• The Melbourne Neuroscience Institute  
  • The University of Melbourne

Research Publications

  1. Tan XL, Wright DK, Liu S, Hovens C, O'Brien TJ, Shultz SR. Sodium selenate, a
    protein phosphatase 2A activator, mitigates hyperphosphorylated tau and improves
    repeated mild traumatic brain injury outcomes. Neuropharmacology. 2016 May
    7;108:382-393. doi: 10.1016/j.neuropharm.2016.05.001. [Epub ahead of print]
    PubMed PMID: 27163189.
  2. McDonald SJ, Sun M, Agoston DV, Shultz SR. The effect of concomitant
    peripheral injury on traumatic brain injury pathobiology and outcome. J
    Neuroinflammation. 2016 Apr 26;13(1):90. doi: 10.1186/s12974-016-0555-1. Review.
    PubMed PMID: 27117191; PubMed Central PMCID: PMC4847339.
  3. Ryan NP, Catroppa C, Godfrey C, Noble-Haeusslein LJ, Shultz SR, O'Brien TJ,
    Anderson V, Semple BD. Social dysfunction after pediatric traumatic brain injury: A translational perspective. Neurosci Biobehav Rev. 2016 May;64:196-214. doi:10.1016/j.neubiorev.2016.02.020. Epub 2016 Mar 3. Review. PubMed PMID: 26949224.
  4. Webster KM, Wright DK, Sun M, Semple BD, Ozturk E, Stein DG, O'Brien TJ,
    Shultz SR. Progesterone treatment reduces neuroinflammation, oxidative stress and brain damage and improves long-term outcomes in a rat model of repeated mild traumatic brain injury. J Neuroinflammation. 2015 Dec 18;12:238. doi:
    10.1186/s12974-015-0457-7. PubMed PMID: 26683475; PubMed Central PMCID:
    PMC4683966.
  5. Gardner AJ, Iverson GL, Quinn TN, Makdissi M, Levi CR, Shultz SR, Wright DK,
    Stanwell P. A preliminary video analysis of concussion in the National Rugby
    League. Brain Inj. 2015 Jun 17:1-4. [Epub ahead of print] PubMed PMID: 26083052.
  6. Shultz SR, Sun M, Wright DK, Brady RD, Liu S, Beynon S, Schmidt SF, Kaye AH,
    Hamilton JA, O'Brien TJ, Grills BL, McDonald SJ. Tibial fracture exacerbates
    traumatic brain injury outcomes and neuroinflammation in a novel mouse model of
    multitrauma. J Cereb Blood Flow Metab. 2015 Aug;35(8):1339-47. doi:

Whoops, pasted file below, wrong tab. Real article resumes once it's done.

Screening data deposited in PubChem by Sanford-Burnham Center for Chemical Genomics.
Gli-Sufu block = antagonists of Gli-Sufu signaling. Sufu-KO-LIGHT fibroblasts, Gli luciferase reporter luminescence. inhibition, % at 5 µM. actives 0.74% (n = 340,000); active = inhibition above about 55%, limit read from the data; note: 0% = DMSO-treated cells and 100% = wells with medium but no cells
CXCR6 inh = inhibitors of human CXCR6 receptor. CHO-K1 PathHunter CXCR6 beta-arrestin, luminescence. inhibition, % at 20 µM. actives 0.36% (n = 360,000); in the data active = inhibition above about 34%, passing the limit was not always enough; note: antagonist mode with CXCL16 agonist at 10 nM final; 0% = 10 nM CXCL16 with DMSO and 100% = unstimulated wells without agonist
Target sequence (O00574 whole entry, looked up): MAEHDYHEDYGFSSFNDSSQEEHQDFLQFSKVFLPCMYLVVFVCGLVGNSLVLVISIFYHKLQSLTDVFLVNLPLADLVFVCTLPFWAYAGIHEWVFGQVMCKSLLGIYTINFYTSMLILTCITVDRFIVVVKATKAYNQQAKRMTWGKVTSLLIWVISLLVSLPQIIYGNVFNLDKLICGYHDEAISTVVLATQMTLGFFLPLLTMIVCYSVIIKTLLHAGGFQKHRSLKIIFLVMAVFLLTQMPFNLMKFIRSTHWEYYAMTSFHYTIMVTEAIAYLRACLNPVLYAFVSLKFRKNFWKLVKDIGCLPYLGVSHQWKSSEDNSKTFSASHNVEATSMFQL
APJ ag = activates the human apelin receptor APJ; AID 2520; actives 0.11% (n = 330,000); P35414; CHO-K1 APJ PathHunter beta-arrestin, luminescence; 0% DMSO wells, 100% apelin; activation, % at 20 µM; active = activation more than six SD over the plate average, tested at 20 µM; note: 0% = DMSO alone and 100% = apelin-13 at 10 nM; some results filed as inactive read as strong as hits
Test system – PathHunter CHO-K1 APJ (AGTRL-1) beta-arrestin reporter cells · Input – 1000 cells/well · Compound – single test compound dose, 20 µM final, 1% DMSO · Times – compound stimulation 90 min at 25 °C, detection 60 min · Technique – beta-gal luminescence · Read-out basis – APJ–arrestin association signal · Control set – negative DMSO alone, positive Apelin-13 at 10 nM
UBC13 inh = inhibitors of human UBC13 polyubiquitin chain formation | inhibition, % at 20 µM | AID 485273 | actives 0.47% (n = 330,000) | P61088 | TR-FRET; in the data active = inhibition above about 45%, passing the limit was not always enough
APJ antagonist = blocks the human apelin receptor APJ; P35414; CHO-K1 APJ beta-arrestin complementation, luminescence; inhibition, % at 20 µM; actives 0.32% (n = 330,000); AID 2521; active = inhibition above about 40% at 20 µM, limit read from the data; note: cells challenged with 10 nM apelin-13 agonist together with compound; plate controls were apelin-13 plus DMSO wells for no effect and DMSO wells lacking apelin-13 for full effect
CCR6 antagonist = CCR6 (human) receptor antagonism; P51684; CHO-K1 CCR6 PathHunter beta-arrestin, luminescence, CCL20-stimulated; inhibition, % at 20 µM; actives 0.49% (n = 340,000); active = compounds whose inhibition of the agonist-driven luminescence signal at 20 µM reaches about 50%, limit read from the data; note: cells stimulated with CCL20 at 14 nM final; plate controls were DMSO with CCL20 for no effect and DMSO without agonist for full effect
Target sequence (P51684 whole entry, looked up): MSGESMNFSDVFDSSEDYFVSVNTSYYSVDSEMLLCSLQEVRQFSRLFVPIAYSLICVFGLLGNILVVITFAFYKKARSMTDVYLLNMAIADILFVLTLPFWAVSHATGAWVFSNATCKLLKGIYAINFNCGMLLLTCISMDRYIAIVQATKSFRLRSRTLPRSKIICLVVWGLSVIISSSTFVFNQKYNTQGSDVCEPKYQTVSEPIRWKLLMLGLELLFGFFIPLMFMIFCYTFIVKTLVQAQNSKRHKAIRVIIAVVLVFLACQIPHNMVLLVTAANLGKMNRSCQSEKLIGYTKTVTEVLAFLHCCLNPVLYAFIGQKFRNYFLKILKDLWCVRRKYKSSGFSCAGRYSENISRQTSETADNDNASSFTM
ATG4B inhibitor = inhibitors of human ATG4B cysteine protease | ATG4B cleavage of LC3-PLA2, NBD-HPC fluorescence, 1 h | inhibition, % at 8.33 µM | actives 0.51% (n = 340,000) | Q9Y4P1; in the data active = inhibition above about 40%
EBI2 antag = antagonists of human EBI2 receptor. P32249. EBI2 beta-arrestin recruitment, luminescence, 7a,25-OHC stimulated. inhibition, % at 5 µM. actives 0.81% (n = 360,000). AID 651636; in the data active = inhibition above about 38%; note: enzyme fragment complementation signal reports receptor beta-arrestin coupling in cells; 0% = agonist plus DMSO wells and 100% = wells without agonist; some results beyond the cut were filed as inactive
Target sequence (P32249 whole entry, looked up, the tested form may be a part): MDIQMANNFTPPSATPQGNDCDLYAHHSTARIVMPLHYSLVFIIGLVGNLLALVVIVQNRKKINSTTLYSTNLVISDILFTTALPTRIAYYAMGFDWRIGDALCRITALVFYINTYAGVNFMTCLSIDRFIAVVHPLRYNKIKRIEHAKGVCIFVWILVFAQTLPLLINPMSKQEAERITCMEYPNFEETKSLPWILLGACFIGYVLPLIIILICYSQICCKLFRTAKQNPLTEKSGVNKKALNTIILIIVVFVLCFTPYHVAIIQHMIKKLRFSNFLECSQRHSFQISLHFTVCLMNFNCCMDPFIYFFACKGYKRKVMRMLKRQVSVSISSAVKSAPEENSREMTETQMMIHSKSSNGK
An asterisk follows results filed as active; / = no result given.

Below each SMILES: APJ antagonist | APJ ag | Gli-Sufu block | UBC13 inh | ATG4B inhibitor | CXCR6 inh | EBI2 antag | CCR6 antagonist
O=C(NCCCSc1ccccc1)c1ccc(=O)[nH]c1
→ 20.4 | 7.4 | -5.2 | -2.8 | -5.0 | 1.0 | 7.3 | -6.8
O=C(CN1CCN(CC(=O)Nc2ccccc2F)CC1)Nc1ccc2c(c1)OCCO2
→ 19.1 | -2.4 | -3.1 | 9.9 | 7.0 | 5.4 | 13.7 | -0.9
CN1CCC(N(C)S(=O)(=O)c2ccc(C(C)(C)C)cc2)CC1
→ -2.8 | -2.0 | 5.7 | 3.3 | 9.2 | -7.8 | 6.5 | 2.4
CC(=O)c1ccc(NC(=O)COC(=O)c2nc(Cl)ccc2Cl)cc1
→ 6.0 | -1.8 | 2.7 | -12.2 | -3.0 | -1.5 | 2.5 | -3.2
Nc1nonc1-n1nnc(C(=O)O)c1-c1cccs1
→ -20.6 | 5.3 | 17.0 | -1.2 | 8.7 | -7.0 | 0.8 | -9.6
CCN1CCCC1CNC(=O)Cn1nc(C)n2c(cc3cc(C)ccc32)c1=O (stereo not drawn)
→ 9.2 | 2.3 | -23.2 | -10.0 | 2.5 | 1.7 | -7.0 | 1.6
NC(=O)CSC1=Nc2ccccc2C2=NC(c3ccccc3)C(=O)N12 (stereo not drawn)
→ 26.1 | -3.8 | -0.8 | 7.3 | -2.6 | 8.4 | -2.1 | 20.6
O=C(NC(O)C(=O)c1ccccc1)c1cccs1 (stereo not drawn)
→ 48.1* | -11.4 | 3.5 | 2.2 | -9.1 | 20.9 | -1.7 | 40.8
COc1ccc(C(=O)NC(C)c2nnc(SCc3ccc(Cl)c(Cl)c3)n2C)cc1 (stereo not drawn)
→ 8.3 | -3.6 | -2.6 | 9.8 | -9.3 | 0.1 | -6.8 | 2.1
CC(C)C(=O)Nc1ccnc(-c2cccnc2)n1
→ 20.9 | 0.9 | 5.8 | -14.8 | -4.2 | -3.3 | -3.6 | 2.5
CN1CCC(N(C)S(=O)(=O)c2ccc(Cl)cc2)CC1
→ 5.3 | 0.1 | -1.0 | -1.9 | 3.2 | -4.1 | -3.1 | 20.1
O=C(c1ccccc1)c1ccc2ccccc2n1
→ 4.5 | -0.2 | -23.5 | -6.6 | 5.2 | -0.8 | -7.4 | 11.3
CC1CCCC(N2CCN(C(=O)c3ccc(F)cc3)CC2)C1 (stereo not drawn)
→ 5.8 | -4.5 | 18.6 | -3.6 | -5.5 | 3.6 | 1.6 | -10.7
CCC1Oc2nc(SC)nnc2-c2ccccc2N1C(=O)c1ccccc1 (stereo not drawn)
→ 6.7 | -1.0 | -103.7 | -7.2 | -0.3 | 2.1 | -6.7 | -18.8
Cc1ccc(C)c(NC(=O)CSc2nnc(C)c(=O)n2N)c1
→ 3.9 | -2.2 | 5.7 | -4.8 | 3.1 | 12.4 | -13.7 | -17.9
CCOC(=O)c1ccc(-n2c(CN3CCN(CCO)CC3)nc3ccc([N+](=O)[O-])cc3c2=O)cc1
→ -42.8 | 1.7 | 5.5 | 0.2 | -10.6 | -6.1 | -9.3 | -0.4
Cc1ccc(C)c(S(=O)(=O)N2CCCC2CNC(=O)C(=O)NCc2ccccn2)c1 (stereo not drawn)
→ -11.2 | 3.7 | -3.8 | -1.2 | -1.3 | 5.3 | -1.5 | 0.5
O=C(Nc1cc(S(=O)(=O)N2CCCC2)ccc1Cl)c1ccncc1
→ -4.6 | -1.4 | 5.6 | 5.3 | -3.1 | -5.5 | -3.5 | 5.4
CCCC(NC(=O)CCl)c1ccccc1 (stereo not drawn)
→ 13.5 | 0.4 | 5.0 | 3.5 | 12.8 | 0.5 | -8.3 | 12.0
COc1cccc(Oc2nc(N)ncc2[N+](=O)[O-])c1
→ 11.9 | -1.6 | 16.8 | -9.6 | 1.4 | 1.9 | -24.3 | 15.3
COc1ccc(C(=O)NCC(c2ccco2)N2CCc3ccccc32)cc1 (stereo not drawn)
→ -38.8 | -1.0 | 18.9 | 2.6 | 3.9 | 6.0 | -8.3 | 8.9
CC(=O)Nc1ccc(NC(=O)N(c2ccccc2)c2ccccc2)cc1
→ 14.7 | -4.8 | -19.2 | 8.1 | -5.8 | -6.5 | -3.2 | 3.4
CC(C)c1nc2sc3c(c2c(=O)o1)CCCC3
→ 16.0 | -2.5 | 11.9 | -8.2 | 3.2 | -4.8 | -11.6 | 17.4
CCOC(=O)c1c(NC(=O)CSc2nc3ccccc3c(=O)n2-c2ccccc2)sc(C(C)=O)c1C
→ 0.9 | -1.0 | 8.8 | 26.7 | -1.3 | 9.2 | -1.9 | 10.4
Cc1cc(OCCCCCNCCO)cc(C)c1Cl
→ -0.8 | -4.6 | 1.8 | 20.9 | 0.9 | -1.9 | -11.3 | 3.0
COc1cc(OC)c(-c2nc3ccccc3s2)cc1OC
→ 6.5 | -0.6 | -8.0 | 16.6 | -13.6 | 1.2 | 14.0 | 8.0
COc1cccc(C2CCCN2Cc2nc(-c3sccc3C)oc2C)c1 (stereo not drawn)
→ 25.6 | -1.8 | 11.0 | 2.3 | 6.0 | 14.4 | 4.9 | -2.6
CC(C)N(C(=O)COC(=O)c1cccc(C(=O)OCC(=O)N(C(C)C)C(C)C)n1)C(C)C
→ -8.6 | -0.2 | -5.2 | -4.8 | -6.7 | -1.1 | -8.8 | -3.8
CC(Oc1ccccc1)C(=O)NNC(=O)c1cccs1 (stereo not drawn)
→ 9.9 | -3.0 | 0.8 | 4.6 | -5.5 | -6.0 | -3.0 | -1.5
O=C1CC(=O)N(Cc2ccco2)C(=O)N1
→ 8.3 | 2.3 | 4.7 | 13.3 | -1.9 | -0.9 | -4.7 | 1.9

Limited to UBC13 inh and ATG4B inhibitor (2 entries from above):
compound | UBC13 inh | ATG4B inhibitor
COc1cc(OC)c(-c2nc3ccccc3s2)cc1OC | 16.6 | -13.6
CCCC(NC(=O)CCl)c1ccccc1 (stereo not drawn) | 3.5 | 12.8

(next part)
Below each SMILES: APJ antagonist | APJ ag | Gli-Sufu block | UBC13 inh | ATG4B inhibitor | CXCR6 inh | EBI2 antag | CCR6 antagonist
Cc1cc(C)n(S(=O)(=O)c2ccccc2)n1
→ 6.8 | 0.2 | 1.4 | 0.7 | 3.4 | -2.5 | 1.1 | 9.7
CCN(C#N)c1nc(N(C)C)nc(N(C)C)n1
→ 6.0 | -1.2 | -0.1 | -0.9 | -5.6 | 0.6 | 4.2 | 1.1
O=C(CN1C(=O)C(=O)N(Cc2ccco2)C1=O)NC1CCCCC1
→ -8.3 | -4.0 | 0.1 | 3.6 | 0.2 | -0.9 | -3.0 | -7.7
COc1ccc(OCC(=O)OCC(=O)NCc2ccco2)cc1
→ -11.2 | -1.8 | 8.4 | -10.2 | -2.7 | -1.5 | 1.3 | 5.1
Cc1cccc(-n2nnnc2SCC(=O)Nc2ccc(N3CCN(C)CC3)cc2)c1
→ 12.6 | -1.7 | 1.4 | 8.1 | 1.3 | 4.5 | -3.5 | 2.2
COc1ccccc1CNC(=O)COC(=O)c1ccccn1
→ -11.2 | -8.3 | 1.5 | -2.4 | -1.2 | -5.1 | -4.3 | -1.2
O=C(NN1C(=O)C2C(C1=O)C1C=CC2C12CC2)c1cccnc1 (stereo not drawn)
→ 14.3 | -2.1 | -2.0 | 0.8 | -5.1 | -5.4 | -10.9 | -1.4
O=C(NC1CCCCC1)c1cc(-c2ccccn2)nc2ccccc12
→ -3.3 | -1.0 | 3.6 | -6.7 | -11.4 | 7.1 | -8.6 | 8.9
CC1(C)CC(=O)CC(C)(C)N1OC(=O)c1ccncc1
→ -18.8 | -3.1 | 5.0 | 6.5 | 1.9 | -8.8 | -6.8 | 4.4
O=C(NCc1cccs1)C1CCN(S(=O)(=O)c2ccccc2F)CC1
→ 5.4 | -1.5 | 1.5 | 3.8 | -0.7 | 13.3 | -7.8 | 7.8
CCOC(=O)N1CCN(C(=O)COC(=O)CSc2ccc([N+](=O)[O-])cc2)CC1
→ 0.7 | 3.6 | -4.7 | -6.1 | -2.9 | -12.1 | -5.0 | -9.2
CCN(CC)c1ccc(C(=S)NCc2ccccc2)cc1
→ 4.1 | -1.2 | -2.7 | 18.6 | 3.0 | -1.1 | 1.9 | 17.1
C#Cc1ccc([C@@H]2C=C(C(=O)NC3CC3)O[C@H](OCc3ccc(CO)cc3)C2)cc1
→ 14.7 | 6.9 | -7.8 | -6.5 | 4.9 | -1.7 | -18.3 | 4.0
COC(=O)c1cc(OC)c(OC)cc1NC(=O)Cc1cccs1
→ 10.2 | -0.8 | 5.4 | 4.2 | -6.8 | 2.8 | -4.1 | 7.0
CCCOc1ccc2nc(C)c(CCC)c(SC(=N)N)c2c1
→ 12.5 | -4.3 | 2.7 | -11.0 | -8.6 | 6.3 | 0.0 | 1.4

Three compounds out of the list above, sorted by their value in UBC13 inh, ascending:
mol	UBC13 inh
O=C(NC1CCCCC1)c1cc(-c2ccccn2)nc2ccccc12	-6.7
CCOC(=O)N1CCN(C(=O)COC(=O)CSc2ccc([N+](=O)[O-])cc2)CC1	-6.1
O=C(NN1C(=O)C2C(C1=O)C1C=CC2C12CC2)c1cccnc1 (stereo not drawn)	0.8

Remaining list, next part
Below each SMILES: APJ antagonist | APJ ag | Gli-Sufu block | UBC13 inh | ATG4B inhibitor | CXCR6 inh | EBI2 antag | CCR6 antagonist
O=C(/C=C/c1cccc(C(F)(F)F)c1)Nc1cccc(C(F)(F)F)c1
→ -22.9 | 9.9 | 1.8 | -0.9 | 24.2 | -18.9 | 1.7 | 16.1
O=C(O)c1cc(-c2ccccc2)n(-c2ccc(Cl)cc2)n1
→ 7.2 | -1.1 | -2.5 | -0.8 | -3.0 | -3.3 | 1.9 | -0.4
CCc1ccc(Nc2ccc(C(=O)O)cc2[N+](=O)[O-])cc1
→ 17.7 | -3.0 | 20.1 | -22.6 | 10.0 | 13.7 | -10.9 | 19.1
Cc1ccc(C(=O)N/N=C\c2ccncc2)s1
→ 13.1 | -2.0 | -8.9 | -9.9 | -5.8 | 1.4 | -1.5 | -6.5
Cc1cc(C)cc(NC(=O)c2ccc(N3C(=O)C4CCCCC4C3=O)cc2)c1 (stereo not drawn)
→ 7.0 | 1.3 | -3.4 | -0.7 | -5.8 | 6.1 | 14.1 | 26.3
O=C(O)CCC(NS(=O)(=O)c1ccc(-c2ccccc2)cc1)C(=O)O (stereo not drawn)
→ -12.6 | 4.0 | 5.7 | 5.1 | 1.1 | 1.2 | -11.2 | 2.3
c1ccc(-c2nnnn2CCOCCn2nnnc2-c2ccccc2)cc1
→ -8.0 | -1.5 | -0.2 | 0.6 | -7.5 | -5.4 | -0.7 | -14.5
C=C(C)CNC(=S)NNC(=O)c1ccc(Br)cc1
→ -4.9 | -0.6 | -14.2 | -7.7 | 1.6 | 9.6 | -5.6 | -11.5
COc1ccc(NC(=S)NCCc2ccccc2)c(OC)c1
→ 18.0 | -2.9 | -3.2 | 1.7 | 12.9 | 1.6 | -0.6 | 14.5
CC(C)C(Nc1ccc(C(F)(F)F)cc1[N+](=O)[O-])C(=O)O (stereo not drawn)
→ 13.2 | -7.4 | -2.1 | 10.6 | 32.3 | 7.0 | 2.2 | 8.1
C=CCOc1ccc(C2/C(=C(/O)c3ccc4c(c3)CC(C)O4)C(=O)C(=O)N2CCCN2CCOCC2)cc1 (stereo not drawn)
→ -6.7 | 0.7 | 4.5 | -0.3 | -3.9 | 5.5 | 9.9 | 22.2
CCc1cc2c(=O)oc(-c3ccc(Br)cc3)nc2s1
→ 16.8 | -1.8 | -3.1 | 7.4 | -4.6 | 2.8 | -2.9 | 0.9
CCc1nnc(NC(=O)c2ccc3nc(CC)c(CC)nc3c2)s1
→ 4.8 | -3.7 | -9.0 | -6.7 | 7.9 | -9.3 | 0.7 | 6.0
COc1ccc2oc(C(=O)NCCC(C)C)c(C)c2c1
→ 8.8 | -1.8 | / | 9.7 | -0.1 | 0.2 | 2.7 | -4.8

10.1038/jcbfm.2015.56. Epub 2015 Apr 8. PubMed PMID: 25853909; PubMed Central
    PMCID: PMC4528010.
  7. Shultz SR, Wright DK, Zheng P, Stuchbery R, Liu SJ, Sashindranath M, Medcalf
    RL, Johnston LA, Hovens CM, Jones NC, O'Brien TJ. Sodium selenate reduces
    hyperphosphorylated tau and improves outcomes after traumatic brain injury.
    Brain. 2015 May;138(Pt 5):1297-313. doi: 10.1093/brain/awv053. Epub 2015 Mar 13.
    PubMed PMID: 25771151.
  8. Johnstone VP, Wright DK, Wong K, O'Brien TJ, Rajan R, Shultz SR. Experimental
    Traumatic Brain Injury Results in Long-Term Recovery of Functional Responsiveness in Sensory Cortex but Persisting Structural Changes and Sensorimotor, Cognitive, and Emotional Deficits. J Neurotrauma. 2015 Sep 1;32(17):1333-46. doi:10.1089/neu.2014.3785. Epub 2015 May 14. PubMed PMID: 25739059.
  9. Brady RD, Shultz S, Sun M, Romano T, van der Poel C, Wright DK, Wark JD,
    O'Brien TJ, Grills BL, McDonald SJ. Experimental traumatic brain injury induces
    bone loss in rats. J Neurotrauma. 2015 Feb 16. [Epub ahead of print] PubMed PMID:
    25686841.
  10. Johnstone VP, Shultz SR, Yan EB, O'Brien TJ, Rajan R. The acute phase of mild
    traumatic brain injury is characterized by a distance-dependent neuronal
    hypoactivity. J Neurotrauma. 2014 Nov 15;31(22):1881-95. doi:
    10.1089/neu.2014.3343. Epub 2014 Sep 11. PubMed PMID: 24927383; PubMed Central
    PMCID: PMC4224042.
  11. Dedeurwaerdere S, Shultz SR, Federico P, Engel J Jr. Workshop on Neurobiology of Epilepsy appraisal: new systemic imaging technologies to study the brain in experimental models of epilepsy. Epilepsia. 2014 Jun;55(6):819-28. doi:10.1111/epi.12642. Epub 2014 May 16. PubMed PMID: 24836499; PubMed Central PMCID:PMC4057947.
  12. Shultz SR, O'Brien TJ, Stefanidou M, Kuzniecky RI. Neuroimaging the
    epileptogenic process. Neurotherapeutics. 2014 Apr;11(2):347-57. doi:
    10.1007/s13311-014-0258-1. Review. PubMed PMID: 24488707; PubMed Central PMCID:
    PMC3996128.
  13. Shultz SR, Tan XL, Wright DK, Liu SJ, Semple BD, Johnston L, Jones NC, Cook
    AD, Hamilton JA, O'Brien TJ. Granulocyte-macrophage colony-stimulating factor is
    neuroprotective in experimental traumatic brain injury. J Neurotrauma. 2014 May
    15;31(10):976-83. doi: 10.1089/neu.2013.3106. Epub 2014 Mar 7. PubMed PMID: 24392832; PubMed Central PMCID: PMC4012635.
  14. Zheng P, Shultz SR, Hovens CM, Velakoulis D, Jones NC, O'Brien TJ.
    Hyperphosphorylated tau is implicated in acquired epilepsy and neuropsychiatric
    comorbidities. Mol Neurobiol. 2014 Jun;49(3):1532-9. doi:10.1007/s12035-013-8601-9. Epub 2013 Dec 10. Review. PubMed PMID: 24323428.
  15. Shultz SR, Cardamone L, Liu YR, Hogan RE, Maccotta L, Wright DK, Zheng P, Koe A, Gregoire MC, Williams JP, Hicks RJ, Jones NC, Myers DE, O'Brien TJ, Bouilleret V. Can structural or functional changes following traumatic brain injury in the rat predict epileptic outcome? Epilepsia. 2013 Jul;54(7):1240-50. doi:10.1111/epi.12223. Epub 2013 May 29. PubMed PMID: 23718645; PubMed Central PMCID: PMC4032369.